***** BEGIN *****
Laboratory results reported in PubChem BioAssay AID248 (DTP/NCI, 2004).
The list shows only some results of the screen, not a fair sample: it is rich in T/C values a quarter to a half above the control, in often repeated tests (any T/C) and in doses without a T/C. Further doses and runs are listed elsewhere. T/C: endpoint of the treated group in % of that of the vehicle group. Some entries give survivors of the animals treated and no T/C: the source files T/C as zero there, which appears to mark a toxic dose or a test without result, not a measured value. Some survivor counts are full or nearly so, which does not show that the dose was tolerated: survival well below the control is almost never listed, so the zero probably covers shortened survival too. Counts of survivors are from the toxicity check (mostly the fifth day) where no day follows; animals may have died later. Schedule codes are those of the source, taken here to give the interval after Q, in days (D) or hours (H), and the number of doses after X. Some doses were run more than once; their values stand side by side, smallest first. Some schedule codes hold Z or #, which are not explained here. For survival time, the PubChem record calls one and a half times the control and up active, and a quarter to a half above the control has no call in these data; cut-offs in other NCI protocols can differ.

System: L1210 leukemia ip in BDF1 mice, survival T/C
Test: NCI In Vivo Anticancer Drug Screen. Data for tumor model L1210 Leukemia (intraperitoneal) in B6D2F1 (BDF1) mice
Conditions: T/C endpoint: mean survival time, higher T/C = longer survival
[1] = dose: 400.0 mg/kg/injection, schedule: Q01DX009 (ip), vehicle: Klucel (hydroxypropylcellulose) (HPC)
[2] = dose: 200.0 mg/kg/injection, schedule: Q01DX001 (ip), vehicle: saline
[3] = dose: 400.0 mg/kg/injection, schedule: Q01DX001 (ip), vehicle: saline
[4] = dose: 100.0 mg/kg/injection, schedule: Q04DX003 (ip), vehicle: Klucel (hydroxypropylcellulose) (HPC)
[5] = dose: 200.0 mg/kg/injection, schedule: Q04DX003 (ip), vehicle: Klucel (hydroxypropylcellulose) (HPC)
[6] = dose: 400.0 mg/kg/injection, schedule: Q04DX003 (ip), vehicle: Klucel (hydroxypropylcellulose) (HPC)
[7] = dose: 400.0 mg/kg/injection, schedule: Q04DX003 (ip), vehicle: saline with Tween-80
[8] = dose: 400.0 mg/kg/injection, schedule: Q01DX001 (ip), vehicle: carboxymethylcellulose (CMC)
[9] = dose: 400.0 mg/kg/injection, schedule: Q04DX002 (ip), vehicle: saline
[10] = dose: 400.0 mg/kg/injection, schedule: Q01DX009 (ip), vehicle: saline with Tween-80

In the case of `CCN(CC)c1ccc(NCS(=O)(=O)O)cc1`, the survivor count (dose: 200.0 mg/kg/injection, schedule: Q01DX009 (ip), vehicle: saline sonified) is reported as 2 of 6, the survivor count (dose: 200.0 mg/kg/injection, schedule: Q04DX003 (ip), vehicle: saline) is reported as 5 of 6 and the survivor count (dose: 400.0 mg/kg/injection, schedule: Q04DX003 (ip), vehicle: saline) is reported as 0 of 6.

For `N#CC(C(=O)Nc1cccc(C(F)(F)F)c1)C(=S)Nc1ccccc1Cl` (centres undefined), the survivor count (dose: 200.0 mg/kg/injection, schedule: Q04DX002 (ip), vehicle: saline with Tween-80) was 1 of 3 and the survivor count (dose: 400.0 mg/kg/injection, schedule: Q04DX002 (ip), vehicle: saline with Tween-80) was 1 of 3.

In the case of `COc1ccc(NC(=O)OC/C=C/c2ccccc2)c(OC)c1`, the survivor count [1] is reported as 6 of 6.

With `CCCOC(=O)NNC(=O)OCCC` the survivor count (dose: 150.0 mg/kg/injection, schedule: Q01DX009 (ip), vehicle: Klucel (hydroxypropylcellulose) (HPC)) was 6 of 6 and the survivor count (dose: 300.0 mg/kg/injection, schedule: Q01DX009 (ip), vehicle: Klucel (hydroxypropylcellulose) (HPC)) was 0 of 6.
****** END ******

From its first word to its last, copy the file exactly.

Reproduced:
Laboratory results reported in PubChem BioAssay AID248 (DTP/NCI, 2004).
The list shows only some results of the screen, not a fair sample: it is rich in T/C values a quarter to a half above the control, in often repeated tests (any T/C) and in doses without a T/C. Further doses and runs are listed elsewhere. T/C: endpoint of the treated group in % of that of the vehicle group. Some entries give survivors of the animals treated and no T/C: the source files T/C as zero there, which appears to mark a toxic dose or a test without result, not a measured value. Some survivor counts are full or nearly so, which does not show that the dose was tolerated: survival well below the control is almost never listed, so the zero probably covers shortened survival too. Counts of survivors are from the toxicity check (mostly the fifth day) where no day follows; animals may have died later. Schedule codes are those of the source, taken here to give the interval after Q, in days (D) or hours (H), and the number of doses after X. Some doses were run more than once; their values stand side by side, smallest first. Some schedule codes hold Z or #, which are not explained here. For survival time, the PubChem record calls one and a half times the control and up active, and a quarter to a half above the control has no call in these data; cut-offs in other NCI protocols can differ.

System: L1210 leukemia ip in BDF1 mice, survival T/C
Test: NCI In Vivo Anticancer Drug Screen. Data for tumor model L1210 Leukemia (intraperitoneal) in B6D2F1 (BDF1) mice
Conditions: T/C endpoint: mean survival time, higher T/C = longer survival
[1] = dose: 400.0 mg/kg/injection, schedule: Q01DX009 (ip), vehicle: Klucel (hydroxypropylcellulose) (HPC)
[2] = dose: 200.0 mg/kg/injection, schedule: Q01DX001 (ip), vehicle: saline
[3] = dose: 400.0 mg/kg/injection, schedule: Q01DX001 (ip), vehicle: saline
[4] = dose: 100.0 mg/kg/injection, schedule: Q04DX003 (ip), vehicle: Klucel (hydroxypropylcellulose) (HPC)
[5] = dose: 200.0 mg/kg/injection, schedule: Q04DX003 (ip), vehicle: Klucel (hydroxypropylcellulose) (HPC)
[6] = dose: 400.0 mg/kg/injection, schedule: Q04DX003 (ip), vehicle: Klucel (hydroxypropylcellulose) (HPC)
[7] = dose: 400.0 mg/kg/injection, schedule: Q04DX003 (ip), vehicle: saline with Tween-80
[8] = dose: 400.0 mg/kg/injection, schedule: Q01DX001 (ip), vehicle: carboxymethylcellulose (CMC)
[9] = dose: 400.0 mg/kg/injection, schedule: Q04DX002 (ip), vehicle: saline
[10] = dose: 400.0 mg/kg/injection, schedule: Q01DX009 (ip), vehicle: saline with Tween-80

In the case of `CCN(CC)c1ccc(NCS(=O)(=O)O)cc1`, the survivor count (dose: 200.0 mg/kg/injection, schedule: Q01DX009 (ip), vehicle: saline sonified) is reported as 2 of 6, the survivor count (dose: 200.0 mg/kg/injection, schedule: Q04DX003 (ip), vehicle: saline) is reported as 5 of 6 and the survivor count (dose: 400.0 mg/kg/injection, schedule: Q04DX003 (ip), vehicle: saline) is reported as 0 of 6.

For `N#CC(C(=O)Nc1cccc(C(F)(F)F)c1)C(=S)Nc1ccccc1Cl` (centres undefined), the survivor count (dose: 200.0 mg/kg/injection, schedule: Q04DX002 (ip), vehicle: saline with Tween-80) was 1 of 3 and the survivor count (dose: 400.0 mg/kg/injection, schedule: Q04DX002 (ip), vehicle: saline with Tween-80) was 1 of 3.

In the case of `COc1ccc(NC(=O)OC/C=C/c2ccccc2)c(OC)c1`, the survivor count [1] is reported as 6 of 6.

With `CCCOC(=O)NNC(=O)OCCC` the survivor count (dose: 150.0 mg/kg/injection, schedule: Q01DX009 (ip), vehicle: Klucel (hydroxypropylcellulose) (HPC)) was 6 of 6 and the survivor count (dose: 300.0 mg/kg/injection, schedule: Q01DX009 (ip), vehicle: Klucel (hydroxypropylcellulose) (HPC)) was 0 of 6.